Dr. Nammalwar Sriranganathan, a professor of bacteriology in the Department of Biomedical Sciences and Pathobiology and this year’s recipient of the college’s Pfizer Award for Research Excellence, was the keynote speaker. His presentation was entitled "Nanomedicine: Drug Delivery Against Intra-Cellular Pathogens."
As is traditional, graduate students in their last year of study presented their research in fifteen-minute time slots as part of a faculty adjudicated awards competition and other students participated in a poster session.
Two sessions were held - one in the morning and another in the afternoon - and students were judged at the master's and Ph.D. level both in posters and in presentation.
The awards from the day's proceedings were presented during a dinner banquet held that evening.
The first place award for master's student presentations went to Dr. Sarah Davies; second place was awarded to Dr. Jamie Wearn.
The first place award for master's student poster session competition went to Suzanne Hirst; second place went to Dr. Marianne Werner.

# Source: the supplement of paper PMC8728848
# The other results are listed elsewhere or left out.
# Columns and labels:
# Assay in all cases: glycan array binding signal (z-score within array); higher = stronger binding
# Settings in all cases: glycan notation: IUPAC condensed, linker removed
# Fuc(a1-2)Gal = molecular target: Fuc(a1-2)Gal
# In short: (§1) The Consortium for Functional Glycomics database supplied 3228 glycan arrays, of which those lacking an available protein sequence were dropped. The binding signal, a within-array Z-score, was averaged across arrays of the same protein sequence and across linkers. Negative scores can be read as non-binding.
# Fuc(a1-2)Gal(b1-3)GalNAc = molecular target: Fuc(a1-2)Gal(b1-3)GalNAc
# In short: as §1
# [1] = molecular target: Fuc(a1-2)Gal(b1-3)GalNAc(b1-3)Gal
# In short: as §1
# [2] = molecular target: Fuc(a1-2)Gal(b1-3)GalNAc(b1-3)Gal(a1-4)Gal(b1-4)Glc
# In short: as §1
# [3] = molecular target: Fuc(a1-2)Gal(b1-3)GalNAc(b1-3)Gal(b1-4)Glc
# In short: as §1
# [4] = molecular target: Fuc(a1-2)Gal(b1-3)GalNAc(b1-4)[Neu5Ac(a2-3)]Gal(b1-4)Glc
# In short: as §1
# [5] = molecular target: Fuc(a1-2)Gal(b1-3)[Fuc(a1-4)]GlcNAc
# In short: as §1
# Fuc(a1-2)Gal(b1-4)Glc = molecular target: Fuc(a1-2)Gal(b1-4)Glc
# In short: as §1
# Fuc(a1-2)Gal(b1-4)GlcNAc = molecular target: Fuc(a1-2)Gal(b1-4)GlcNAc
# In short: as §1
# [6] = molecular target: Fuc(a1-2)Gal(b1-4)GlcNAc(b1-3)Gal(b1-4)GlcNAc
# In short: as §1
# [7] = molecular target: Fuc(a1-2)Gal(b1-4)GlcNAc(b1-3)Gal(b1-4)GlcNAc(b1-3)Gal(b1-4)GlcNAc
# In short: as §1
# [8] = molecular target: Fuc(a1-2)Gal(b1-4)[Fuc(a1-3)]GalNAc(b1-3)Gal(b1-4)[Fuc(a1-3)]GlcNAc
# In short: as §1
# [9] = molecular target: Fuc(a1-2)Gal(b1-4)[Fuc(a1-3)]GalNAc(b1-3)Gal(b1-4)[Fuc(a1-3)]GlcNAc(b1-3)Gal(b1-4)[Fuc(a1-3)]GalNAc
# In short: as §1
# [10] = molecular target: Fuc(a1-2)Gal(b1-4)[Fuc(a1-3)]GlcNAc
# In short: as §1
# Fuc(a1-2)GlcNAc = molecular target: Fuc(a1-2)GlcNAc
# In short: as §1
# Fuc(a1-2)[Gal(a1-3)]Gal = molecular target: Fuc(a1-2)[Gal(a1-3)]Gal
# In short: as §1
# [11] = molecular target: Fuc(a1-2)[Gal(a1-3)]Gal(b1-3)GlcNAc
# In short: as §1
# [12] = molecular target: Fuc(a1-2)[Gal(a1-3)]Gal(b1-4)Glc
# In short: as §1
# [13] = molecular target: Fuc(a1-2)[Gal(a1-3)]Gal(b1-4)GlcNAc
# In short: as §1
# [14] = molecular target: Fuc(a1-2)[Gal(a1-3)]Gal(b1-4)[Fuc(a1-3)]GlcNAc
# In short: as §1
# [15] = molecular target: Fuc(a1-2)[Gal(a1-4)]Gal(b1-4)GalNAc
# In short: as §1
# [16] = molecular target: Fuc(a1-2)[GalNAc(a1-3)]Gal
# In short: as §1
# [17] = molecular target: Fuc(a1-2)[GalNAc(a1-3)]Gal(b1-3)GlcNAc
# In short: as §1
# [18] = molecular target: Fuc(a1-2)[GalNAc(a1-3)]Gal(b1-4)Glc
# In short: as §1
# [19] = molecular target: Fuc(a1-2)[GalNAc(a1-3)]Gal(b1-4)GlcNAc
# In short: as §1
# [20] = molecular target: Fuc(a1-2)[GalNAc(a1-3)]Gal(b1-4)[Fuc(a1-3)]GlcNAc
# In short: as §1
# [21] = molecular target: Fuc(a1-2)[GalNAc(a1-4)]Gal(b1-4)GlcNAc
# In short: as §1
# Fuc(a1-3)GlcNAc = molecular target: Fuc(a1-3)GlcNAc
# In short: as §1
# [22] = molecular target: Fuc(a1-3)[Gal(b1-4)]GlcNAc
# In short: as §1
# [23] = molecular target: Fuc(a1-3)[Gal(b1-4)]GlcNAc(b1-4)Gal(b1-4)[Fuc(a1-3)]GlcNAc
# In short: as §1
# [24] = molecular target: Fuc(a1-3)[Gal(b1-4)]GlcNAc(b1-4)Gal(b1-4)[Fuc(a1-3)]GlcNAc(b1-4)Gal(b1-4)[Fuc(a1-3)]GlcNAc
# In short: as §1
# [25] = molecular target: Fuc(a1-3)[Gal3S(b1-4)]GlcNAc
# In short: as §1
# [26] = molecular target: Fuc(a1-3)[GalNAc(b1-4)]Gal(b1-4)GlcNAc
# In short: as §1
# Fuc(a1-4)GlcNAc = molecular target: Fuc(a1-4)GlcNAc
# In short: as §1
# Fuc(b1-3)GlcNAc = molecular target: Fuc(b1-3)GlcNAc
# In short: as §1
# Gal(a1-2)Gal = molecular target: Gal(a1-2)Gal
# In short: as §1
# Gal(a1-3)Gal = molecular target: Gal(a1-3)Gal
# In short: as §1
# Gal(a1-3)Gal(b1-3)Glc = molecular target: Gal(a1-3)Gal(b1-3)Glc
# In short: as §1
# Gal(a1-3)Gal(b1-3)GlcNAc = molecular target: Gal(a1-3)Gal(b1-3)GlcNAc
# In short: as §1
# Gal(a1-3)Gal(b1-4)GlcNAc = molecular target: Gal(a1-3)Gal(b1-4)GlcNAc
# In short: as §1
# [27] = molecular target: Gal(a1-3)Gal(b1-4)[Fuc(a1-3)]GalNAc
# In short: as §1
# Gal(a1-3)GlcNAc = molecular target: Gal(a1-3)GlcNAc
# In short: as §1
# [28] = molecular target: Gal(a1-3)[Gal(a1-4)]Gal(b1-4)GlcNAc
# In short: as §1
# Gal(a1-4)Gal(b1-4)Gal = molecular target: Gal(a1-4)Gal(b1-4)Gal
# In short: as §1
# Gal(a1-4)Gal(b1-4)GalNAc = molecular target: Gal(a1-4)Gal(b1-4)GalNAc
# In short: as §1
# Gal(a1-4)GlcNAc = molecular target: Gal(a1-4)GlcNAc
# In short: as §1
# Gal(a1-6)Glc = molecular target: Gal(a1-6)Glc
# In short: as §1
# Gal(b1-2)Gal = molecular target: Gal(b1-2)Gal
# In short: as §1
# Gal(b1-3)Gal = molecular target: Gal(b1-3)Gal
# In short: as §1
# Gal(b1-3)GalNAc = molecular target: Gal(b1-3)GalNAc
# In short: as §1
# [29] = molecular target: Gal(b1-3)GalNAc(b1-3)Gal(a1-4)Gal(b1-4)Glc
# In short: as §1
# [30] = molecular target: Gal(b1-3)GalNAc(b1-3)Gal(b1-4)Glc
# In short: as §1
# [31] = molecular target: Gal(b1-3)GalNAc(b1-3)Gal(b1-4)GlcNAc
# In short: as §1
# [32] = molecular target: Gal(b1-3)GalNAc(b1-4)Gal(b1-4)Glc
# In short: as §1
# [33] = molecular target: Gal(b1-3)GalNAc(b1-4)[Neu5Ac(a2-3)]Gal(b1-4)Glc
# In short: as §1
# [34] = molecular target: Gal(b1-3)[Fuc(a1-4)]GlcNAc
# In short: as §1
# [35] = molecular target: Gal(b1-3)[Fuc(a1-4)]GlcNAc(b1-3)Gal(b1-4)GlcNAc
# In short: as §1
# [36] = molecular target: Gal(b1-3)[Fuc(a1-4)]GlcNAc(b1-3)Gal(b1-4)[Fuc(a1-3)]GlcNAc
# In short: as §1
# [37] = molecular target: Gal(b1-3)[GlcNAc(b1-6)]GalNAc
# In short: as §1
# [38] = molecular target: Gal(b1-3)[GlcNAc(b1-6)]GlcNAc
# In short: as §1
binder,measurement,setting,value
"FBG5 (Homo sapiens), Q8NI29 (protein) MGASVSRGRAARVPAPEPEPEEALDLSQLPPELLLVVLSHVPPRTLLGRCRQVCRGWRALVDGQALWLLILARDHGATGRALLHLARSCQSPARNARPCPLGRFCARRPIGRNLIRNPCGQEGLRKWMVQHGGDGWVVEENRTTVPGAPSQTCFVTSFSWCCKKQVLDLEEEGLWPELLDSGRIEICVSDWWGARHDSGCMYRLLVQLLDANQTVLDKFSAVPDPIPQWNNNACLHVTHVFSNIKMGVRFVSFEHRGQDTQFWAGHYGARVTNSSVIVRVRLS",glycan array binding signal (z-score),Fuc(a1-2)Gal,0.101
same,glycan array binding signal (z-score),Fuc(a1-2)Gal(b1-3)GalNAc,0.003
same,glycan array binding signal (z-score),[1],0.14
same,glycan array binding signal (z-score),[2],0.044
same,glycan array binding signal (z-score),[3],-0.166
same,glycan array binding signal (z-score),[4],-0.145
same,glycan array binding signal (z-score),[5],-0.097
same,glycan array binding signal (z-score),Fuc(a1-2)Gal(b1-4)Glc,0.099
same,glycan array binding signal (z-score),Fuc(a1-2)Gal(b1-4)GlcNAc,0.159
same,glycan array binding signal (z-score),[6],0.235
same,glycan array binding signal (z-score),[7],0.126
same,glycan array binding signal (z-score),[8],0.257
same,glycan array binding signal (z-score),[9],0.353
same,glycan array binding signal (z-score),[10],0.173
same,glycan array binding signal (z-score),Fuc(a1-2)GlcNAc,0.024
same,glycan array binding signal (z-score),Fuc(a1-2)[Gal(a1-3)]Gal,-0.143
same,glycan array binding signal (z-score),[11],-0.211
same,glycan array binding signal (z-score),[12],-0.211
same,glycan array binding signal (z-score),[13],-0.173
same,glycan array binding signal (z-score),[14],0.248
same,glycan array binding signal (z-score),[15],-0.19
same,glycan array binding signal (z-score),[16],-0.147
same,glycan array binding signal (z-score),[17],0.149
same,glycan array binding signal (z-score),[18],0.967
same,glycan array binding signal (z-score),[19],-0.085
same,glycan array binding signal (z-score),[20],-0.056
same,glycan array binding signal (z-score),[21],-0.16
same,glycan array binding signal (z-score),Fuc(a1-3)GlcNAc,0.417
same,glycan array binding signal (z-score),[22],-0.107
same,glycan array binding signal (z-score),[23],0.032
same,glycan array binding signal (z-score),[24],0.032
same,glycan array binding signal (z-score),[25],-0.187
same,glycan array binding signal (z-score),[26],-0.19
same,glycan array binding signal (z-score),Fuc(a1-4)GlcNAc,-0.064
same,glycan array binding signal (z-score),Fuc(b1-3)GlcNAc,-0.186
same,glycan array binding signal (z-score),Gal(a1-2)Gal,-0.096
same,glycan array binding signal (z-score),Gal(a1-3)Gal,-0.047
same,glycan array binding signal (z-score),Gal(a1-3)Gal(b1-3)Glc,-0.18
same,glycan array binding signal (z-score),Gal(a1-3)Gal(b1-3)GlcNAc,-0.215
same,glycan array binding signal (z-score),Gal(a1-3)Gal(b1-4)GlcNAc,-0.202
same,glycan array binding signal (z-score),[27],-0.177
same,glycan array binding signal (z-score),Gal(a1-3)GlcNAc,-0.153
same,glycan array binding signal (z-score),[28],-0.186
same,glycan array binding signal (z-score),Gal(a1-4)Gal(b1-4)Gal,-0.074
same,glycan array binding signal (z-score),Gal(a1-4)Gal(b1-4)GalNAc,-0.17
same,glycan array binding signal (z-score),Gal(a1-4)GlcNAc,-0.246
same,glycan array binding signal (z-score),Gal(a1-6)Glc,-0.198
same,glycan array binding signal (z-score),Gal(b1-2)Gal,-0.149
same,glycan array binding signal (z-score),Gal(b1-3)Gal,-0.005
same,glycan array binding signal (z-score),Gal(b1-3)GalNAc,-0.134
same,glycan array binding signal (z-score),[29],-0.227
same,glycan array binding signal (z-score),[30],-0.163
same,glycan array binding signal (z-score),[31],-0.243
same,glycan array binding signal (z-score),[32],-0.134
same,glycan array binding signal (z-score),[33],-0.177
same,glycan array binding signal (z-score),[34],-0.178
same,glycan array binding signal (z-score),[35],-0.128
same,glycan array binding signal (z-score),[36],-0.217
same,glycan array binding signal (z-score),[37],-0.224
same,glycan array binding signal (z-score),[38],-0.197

There was a tie for the first place award for Ph.D. student presentations. The winners were Dr. Naveen Surendran and Alicia Feagins.
The first place award for Ph.D. student poster session was Shobana Raghunath; second place was Dr. R.S. Pudupakam.
Two other college awards which recognize staff performance and achievement within the research and graduate studies division were presented during the concluding ceremony. Jennifer Mirabella was honored with the Research & Graduate Studies Outstanding Contribution Award and Carolyn Tanner was honored with the Outstanding Co-Worker Award.
In addition, Sriranganathan was formally presented with the Pfizer Award for Research Excellence.
Initiated in 1989 to showcase the college's research accomplishments and activities, the college's annual research symposium is considered one of the oldest continuing research symposia at the university.